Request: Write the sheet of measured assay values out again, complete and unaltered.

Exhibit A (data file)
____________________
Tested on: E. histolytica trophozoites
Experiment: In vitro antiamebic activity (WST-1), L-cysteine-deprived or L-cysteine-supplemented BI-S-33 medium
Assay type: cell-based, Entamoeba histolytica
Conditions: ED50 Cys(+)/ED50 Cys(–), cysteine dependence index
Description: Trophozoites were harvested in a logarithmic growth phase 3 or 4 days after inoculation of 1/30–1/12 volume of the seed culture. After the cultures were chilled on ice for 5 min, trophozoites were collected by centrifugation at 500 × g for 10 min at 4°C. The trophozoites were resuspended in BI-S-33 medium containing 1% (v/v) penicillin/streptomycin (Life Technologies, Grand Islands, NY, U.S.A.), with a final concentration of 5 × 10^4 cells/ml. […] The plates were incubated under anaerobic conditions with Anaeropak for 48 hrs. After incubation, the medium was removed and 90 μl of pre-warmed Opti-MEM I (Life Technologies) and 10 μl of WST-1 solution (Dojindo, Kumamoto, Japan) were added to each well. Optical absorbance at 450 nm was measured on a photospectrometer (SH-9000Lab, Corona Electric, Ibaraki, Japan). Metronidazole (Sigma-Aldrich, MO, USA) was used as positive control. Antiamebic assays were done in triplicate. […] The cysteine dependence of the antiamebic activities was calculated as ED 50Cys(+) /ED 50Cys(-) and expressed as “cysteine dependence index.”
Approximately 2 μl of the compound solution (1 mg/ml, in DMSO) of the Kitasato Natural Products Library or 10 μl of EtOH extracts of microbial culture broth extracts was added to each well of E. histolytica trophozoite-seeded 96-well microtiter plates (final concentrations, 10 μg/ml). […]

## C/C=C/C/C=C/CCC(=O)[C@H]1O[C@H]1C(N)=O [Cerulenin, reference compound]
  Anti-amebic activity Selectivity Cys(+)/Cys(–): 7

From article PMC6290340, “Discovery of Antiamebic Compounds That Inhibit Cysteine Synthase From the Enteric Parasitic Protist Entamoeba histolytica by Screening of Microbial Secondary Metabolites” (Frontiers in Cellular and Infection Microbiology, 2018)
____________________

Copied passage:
Tested on: E. histolytica trophozoites
Experiment: In vitro antiamebic activity (WST-1), L-cysteine-deprived or L-cysteine-supplemented BI-S-33 medium
Assay type: cell-based, Entamoeba histolytica
Conditions: ED50 Cys(+)/ED50 Cys(–), cysteine dependence index
Description: Trophozoites were harvested in a logarithmic growth phase 3 or 4 days after inoculation of 1/30–1/12 volume of the seed culture. After the cultures were chilled on ice for 5 min, trophozoites were collected by centrifugation at 500 × g for 10 min at 4°C. The trophozoites were resuspended in BI-S-33 medium containing 1% (v/v) penicillin/streptomycin (Life Technologies, Grand Islands, NY, U.S.A.), with a final concentration of 5 × 10^4 cells/ml. […] The plates were incubated under anaerobic conditions with Anaeropak for 48 hrs. After incubation, the medium was removed and 90 μl of pre-warmed Opti-MEM I (Life Technologies) and 10 μl of WST-1 solution (Dojindo, Kumamoto, Japan) were added to each well. Optical absorbance at 450 nm was measured on a photospectrometer (SH-9000Lab, Corona Electric, Ibaraki, Japan). Metronidazole (Sigma-Aldrich, MO, USA) was used as positive control. Antiamebic assays were done in triplicate. […] The cysteine dependence of the antiamebic activities was calculated as ED 50Cys(+) /ED 50Cys(-) and expressed as “cysteine dependence index.”
Approximately 2 μl of the compound solution (1 mg/ml, in DMSO) of the Kitasato Natural Products Library or 10 μl of EtOH extracts of microbial culture broth extracts was added to each well of E. histolytica trophozoite-seeded 96-well microtiter plates (final concentrations, 10 μg/ml). […]

## C/C=C/C/C=C/CCC(=O)[C@H]1O[C@H]1C(N)=O [Cerulenin, reference compound]
  Anti-amebic activity Selectivity Cys(+)/Cys(–): 7

From article PMC6290340, “Discovery of Antiamebic Compounds That Inhibit Cysteine Synthase From the Enteric Parasitic Protist Entamoeba histolytica by Screening of Microbial Secondary Metabolites” (Frontiers in Cellular and Infection Microbiology, 2018)